Why Refurbish Now?
Because of the economy and the fact that new construction is down, labor is more available and the cost will be lower. These days, construction workers are willing to work for less.
What to Look For
It will be fairly obvious what your immediate priorities will be. One of the fastest ways to spruce up your curb appeal is to update and maintain your landscaping. For example, trim the bushes and plant colorful flowers. These are things that will be pleasing to the eye of discriminating tenants and prospects. Damaged building parts such as bollards, columns, headers, trims or downspouts are signs to look for, as well as faded and chipped painted surfaces. Check your roll-up doors to see if they are operating properly and make sure door paint isn’t chalking, which can rub off on customers’ hands and goods. If you have exterior wood components or field-painted metal surfaces, you may want to consider covering them with pre-painted metal panels and trim. Outdated and leaky roof panels should be replaced with standing seam panels.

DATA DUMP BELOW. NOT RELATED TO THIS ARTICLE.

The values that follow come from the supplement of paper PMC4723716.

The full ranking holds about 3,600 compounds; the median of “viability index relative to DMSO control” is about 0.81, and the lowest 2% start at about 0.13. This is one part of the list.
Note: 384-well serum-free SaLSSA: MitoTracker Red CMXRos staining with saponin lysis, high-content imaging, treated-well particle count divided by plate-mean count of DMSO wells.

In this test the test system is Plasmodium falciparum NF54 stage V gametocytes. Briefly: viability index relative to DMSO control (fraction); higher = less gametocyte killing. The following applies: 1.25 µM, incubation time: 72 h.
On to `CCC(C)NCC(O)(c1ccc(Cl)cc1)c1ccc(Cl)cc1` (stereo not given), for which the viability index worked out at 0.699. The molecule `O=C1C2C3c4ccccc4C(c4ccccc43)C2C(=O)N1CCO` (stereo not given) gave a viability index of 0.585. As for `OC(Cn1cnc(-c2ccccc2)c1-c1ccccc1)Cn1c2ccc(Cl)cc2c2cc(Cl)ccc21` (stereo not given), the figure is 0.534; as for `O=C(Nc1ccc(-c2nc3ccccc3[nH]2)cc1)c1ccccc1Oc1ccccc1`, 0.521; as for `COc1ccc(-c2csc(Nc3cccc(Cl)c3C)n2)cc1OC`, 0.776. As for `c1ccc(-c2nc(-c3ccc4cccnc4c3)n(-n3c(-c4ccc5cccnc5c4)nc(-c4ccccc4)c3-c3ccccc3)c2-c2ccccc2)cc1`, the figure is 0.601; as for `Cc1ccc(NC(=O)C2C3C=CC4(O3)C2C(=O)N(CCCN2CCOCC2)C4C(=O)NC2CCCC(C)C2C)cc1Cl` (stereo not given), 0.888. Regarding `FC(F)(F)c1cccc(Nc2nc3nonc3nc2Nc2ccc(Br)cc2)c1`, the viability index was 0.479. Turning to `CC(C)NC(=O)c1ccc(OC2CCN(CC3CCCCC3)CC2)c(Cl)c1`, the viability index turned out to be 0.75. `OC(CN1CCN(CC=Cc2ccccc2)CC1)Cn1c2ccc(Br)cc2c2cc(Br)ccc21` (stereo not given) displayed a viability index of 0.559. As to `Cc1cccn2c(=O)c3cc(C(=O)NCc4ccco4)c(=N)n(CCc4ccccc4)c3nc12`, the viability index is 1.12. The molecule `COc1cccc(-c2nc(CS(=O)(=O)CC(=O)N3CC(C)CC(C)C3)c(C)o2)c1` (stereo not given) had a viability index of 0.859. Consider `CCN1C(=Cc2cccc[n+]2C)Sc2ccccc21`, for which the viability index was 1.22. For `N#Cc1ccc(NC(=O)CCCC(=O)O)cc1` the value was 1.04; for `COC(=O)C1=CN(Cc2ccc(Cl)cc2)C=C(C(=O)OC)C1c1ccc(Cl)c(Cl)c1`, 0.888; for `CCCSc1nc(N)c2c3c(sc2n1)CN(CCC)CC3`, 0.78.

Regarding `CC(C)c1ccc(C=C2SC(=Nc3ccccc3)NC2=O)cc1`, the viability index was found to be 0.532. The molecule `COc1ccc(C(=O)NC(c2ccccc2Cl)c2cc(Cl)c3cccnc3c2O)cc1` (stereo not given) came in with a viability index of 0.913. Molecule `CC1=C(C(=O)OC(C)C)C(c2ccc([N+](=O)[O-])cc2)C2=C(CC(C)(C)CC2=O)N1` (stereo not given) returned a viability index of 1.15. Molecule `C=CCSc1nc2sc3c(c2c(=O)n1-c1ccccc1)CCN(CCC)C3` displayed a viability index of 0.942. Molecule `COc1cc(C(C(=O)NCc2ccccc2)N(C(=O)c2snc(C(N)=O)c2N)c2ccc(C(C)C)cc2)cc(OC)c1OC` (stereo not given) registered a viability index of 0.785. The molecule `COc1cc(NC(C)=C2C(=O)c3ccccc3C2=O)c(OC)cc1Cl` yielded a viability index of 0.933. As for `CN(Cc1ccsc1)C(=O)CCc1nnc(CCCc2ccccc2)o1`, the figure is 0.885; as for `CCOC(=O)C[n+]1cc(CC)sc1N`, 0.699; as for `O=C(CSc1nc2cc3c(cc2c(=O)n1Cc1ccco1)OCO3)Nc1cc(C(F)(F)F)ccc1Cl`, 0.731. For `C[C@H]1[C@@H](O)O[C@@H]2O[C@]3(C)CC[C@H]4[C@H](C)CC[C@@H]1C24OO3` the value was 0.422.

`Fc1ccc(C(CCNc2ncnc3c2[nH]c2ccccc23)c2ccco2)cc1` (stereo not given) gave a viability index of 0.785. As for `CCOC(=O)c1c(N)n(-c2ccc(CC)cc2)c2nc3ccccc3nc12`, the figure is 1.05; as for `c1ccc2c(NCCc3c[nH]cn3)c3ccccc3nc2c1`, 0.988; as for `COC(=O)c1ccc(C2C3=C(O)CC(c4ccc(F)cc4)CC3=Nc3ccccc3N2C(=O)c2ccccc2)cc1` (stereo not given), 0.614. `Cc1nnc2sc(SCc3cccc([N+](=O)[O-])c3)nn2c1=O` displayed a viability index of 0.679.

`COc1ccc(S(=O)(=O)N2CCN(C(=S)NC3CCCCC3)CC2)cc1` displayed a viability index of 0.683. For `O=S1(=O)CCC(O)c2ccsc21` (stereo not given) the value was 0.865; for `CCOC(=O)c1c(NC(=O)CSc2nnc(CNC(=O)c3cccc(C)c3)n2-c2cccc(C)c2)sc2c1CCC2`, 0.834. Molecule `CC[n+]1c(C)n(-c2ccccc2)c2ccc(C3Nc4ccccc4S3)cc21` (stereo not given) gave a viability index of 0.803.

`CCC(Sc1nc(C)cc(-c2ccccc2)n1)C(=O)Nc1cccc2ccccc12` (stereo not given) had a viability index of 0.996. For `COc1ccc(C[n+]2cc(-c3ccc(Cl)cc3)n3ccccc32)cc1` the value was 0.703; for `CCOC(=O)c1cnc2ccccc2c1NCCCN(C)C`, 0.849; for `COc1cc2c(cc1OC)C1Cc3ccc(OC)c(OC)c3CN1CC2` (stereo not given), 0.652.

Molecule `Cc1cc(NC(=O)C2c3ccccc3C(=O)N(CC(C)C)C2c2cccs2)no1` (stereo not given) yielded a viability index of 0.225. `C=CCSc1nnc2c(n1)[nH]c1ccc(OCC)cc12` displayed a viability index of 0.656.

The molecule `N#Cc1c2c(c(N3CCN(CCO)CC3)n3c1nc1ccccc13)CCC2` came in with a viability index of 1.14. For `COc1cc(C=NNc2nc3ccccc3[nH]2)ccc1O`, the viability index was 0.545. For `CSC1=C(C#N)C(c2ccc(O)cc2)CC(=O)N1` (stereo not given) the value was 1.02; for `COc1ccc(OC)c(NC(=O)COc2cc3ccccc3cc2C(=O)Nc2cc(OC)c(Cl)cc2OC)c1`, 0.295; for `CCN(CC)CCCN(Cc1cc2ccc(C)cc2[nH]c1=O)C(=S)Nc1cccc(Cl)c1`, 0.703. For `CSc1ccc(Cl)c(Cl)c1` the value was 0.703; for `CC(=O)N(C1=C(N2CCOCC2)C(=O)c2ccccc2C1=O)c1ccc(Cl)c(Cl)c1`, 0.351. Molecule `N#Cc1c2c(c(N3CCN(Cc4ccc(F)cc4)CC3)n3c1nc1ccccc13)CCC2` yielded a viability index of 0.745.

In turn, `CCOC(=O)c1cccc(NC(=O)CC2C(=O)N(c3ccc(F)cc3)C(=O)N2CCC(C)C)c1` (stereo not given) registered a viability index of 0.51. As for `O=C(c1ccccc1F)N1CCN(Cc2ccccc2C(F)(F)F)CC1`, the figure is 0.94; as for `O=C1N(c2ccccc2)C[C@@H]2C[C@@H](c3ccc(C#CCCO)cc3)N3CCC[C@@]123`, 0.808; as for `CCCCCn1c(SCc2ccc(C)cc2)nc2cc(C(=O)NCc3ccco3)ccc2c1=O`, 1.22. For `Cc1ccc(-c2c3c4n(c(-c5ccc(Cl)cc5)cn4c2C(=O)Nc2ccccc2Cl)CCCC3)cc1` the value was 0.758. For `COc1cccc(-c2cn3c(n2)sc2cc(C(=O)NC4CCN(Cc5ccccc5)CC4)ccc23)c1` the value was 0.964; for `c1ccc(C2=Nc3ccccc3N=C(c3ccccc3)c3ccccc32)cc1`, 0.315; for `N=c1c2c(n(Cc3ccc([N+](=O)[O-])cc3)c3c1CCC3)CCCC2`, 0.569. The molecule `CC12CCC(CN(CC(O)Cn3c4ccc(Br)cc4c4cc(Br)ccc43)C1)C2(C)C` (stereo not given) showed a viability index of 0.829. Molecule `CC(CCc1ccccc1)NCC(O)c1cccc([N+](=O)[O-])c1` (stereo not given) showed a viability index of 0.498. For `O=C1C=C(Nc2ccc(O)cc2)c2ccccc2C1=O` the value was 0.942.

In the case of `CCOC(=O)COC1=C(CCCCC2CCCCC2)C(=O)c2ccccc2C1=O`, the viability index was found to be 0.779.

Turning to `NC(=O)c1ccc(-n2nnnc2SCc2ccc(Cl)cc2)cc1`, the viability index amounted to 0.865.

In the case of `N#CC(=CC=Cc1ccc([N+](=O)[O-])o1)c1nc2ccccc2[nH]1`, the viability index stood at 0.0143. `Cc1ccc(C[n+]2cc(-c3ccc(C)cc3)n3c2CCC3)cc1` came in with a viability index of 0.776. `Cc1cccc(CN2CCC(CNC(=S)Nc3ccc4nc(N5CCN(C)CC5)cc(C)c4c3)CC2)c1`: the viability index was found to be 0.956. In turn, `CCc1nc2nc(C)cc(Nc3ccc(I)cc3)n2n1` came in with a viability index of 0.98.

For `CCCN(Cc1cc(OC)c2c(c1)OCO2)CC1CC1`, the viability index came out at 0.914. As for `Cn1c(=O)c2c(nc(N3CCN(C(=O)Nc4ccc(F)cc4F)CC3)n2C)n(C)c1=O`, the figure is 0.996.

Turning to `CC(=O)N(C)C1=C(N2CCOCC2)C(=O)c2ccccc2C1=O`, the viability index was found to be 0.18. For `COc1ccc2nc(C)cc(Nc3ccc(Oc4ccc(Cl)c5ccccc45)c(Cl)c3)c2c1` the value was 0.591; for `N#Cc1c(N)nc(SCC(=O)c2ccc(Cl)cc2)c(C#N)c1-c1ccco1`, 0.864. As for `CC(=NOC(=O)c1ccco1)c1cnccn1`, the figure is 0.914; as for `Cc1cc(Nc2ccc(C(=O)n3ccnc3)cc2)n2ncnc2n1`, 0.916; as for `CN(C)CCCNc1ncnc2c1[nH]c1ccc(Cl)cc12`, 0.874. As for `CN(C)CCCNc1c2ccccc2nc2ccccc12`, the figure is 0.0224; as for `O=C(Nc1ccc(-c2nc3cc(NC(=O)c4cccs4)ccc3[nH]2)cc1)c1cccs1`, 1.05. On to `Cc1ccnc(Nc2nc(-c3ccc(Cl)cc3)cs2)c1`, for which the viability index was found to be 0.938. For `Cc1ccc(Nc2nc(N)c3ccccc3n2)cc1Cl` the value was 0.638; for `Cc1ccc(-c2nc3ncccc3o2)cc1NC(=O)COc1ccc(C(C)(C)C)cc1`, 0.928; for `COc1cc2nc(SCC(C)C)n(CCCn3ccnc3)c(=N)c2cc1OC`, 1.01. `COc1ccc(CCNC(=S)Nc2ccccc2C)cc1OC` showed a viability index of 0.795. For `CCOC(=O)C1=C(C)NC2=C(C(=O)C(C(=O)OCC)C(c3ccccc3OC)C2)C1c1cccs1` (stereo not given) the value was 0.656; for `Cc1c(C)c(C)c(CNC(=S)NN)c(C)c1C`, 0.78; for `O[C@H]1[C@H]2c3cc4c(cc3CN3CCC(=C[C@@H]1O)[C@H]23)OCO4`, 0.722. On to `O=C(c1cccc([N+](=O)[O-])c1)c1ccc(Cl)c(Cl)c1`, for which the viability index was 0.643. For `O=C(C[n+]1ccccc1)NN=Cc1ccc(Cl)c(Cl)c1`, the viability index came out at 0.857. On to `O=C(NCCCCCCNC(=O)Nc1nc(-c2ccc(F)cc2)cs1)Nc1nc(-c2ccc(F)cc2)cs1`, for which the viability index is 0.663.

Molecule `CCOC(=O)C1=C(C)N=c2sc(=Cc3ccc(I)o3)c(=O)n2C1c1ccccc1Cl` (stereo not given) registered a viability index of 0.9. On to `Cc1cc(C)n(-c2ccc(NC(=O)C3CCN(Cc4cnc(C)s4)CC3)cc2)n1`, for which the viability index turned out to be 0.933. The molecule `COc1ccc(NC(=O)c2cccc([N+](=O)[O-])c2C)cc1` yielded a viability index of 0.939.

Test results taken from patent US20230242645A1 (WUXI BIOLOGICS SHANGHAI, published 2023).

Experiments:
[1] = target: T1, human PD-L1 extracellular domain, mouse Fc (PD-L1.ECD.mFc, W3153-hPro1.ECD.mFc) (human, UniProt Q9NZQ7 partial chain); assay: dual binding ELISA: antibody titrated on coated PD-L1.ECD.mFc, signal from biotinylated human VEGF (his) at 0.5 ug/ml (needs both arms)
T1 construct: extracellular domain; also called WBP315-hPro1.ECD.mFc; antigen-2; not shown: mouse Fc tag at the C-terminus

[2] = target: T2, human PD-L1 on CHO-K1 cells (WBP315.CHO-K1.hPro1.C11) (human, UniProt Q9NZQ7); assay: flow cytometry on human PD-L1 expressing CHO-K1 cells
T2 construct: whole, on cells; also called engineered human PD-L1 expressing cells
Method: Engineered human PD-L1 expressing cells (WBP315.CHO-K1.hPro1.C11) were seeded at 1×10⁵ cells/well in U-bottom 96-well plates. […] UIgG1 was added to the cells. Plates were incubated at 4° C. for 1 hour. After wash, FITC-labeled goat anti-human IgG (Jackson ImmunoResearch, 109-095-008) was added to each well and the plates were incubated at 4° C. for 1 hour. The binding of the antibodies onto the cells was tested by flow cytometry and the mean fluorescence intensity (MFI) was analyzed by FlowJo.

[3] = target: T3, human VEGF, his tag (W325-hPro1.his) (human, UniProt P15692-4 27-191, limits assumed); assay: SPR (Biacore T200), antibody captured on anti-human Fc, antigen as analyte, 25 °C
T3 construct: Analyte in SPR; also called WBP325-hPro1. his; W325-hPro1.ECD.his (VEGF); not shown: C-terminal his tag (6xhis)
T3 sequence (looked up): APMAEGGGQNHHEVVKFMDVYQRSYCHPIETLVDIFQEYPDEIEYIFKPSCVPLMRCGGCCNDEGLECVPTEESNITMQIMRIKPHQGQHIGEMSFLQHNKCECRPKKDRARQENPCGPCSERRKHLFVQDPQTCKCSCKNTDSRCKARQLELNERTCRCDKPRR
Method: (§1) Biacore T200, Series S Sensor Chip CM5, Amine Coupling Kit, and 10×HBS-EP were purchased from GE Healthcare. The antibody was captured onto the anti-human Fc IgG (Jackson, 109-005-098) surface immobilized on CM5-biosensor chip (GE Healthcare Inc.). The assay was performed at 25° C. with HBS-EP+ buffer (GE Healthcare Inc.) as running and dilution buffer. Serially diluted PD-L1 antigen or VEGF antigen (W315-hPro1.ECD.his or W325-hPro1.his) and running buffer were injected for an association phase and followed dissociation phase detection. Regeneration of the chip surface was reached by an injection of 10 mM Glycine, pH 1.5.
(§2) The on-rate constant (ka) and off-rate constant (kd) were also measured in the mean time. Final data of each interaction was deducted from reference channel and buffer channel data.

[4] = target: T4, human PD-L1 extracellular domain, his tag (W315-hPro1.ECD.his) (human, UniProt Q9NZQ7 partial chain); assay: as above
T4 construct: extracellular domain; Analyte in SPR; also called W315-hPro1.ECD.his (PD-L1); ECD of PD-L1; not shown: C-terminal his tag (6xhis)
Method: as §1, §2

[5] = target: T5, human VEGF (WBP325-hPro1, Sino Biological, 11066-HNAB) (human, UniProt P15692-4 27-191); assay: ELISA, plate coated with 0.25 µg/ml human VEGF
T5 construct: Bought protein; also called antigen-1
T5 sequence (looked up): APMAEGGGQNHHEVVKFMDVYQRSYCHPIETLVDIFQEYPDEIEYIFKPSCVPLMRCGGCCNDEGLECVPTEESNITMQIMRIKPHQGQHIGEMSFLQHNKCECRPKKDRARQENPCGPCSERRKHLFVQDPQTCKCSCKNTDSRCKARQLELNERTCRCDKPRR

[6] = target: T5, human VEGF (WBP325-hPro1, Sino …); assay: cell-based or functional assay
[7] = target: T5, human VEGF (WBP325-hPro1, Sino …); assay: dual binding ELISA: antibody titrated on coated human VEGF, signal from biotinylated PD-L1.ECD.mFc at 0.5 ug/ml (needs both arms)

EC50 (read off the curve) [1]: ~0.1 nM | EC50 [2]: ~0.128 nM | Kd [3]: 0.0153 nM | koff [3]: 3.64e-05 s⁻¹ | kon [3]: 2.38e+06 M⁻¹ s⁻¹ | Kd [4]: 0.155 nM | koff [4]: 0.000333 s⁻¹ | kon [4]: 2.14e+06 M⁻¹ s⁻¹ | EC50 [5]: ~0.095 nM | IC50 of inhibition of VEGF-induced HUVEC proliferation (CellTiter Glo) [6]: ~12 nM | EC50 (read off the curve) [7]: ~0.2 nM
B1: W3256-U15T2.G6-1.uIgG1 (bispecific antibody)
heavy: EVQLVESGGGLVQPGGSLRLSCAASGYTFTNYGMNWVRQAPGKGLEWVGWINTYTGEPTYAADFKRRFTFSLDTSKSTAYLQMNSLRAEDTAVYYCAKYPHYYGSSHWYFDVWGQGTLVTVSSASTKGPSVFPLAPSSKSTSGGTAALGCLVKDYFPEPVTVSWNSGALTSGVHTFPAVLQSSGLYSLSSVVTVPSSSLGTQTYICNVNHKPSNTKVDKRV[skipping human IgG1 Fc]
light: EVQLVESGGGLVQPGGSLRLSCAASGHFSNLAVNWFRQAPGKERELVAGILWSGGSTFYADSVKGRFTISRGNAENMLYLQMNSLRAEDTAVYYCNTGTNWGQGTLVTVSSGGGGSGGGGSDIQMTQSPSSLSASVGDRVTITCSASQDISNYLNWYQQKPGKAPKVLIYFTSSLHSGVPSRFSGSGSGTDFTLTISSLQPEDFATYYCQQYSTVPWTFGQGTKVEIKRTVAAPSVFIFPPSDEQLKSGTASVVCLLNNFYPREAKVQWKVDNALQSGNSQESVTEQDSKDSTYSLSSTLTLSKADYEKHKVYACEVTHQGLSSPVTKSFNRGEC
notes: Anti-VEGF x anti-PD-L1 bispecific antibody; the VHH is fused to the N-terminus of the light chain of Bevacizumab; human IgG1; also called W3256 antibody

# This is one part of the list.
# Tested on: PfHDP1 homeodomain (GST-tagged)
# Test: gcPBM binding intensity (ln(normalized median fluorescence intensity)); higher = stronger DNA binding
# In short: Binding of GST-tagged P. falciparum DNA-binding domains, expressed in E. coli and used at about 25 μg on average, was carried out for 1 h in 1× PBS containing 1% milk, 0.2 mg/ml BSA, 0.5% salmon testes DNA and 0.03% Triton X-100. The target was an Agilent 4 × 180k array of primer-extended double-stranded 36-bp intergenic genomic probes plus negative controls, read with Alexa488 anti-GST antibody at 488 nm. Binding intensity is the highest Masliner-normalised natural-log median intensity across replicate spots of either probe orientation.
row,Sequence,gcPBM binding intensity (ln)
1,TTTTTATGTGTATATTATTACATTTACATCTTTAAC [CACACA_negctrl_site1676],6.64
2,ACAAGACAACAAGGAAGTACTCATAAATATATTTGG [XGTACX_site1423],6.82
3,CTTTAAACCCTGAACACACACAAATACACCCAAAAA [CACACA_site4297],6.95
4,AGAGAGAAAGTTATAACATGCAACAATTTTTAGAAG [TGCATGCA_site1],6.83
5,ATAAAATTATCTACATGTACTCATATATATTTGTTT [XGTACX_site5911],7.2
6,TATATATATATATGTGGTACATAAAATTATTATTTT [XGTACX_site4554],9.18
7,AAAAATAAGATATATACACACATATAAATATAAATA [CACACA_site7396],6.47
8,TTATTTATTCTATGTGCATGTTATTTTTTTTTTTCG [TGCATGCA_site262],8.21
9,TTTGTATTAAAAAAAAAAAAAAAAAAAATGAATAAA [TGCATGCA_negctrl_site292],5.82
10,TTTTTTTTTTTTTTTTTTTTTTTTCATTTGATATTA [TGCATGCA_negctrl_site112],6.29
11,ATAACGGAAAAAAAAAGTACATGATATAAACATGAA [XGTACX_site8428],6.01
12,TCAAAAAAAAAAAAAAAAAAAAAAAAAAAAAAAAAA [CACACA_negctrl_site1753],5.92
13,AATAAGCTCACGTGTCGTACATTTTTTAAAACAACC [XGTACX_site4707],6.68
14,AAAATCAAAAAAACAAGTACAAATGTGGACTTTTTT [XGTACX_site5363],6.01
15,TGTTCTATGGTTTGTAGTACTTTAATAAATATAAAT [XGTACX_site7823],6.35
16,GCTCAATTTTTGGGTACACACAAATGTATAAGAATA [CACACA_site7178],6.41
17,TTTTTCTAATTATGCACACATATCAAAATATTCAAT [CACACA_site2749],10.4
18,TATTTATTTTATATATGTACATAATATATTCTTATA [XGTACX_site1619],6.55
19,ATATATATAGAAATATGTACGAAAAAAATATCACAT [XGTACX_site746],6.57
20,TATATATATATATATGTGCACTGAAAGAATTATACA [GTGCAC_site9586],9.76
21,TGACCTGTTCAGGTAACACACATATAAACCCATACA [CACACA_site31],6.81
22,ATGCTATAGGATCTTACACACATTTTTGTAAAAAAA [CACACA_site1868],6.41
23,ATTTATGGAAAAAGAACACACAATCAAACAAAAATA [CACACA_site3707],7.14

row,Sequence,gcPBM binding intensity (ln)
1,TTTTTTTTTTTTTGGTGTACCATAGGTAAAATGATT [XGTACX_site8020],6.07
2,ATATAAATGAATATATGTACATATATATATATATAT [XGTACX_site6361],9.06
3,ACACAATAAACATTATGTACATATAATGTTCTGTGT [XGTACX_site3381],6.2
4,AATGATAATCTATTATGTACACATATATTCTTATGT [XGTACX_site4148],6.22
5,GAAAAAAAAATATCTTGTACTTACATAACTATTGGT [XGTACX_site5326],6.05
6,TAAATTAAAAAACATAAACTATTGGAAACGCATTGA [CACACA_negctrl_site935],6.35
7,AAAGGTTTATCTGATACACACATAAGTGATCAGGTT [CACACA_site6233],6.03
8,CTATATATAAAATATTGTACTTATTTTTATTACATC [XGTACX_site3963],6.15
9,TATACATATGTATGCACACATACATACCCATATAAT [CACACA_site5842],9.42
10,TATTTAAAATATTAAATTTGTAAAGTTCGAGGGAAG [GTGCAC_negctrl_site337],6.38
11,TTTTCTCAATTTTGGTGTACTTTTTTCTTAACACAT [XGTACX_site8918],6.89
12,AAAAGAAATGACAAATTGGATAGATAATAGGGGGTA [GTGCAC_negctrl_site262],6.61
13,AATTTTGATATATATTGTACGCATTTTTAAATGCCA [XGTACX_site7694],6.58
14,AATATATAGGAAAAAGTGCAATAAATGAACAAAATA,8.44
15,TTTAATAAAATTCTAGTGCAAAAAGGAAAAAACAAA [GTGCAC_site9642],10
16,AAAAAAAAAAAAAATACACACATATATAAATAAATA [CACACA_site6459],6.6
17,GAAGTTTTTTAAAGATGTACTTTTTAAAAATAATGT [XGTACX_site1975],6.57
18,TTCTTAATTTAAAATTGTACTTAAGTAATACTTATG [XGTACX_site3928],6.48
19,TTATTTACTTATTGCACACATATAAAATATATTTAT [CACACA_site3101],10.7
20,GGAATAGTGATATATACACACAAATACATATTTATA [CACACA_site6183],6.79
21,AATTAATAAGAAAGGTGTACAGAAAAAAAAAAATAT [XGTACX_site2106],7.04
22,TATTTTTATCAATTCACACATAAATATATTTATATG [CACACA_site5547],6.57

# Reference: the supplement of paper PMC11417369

Less Obvious Concerns
There will be areas around your facility that may need attention, but don’t seem as critical as others. For example, your lighting may be inadequate and not illuminating some areas as well as others. You may want to examine your office parking areas to make sure the stripes and curbs are properly painted. Is the pavement around the buildings smooth, uncluttered and without potholes? Make sure there is proper drainage within the facility proper so standing water doesn’t become a problem. Are the security cameras, alarm systems, gate/entry access and intercom systems in good working order? What about your unit mix? Have market demands changed? Have the demographics of your tenants changed? If so, you may want to consider adjusting the sizes of some of your units. How about climate controlled units? When you originally built, was there any demand then? Do you need to add any now? If so, can you remodel an existing building or should you consider adding another building for climate control units?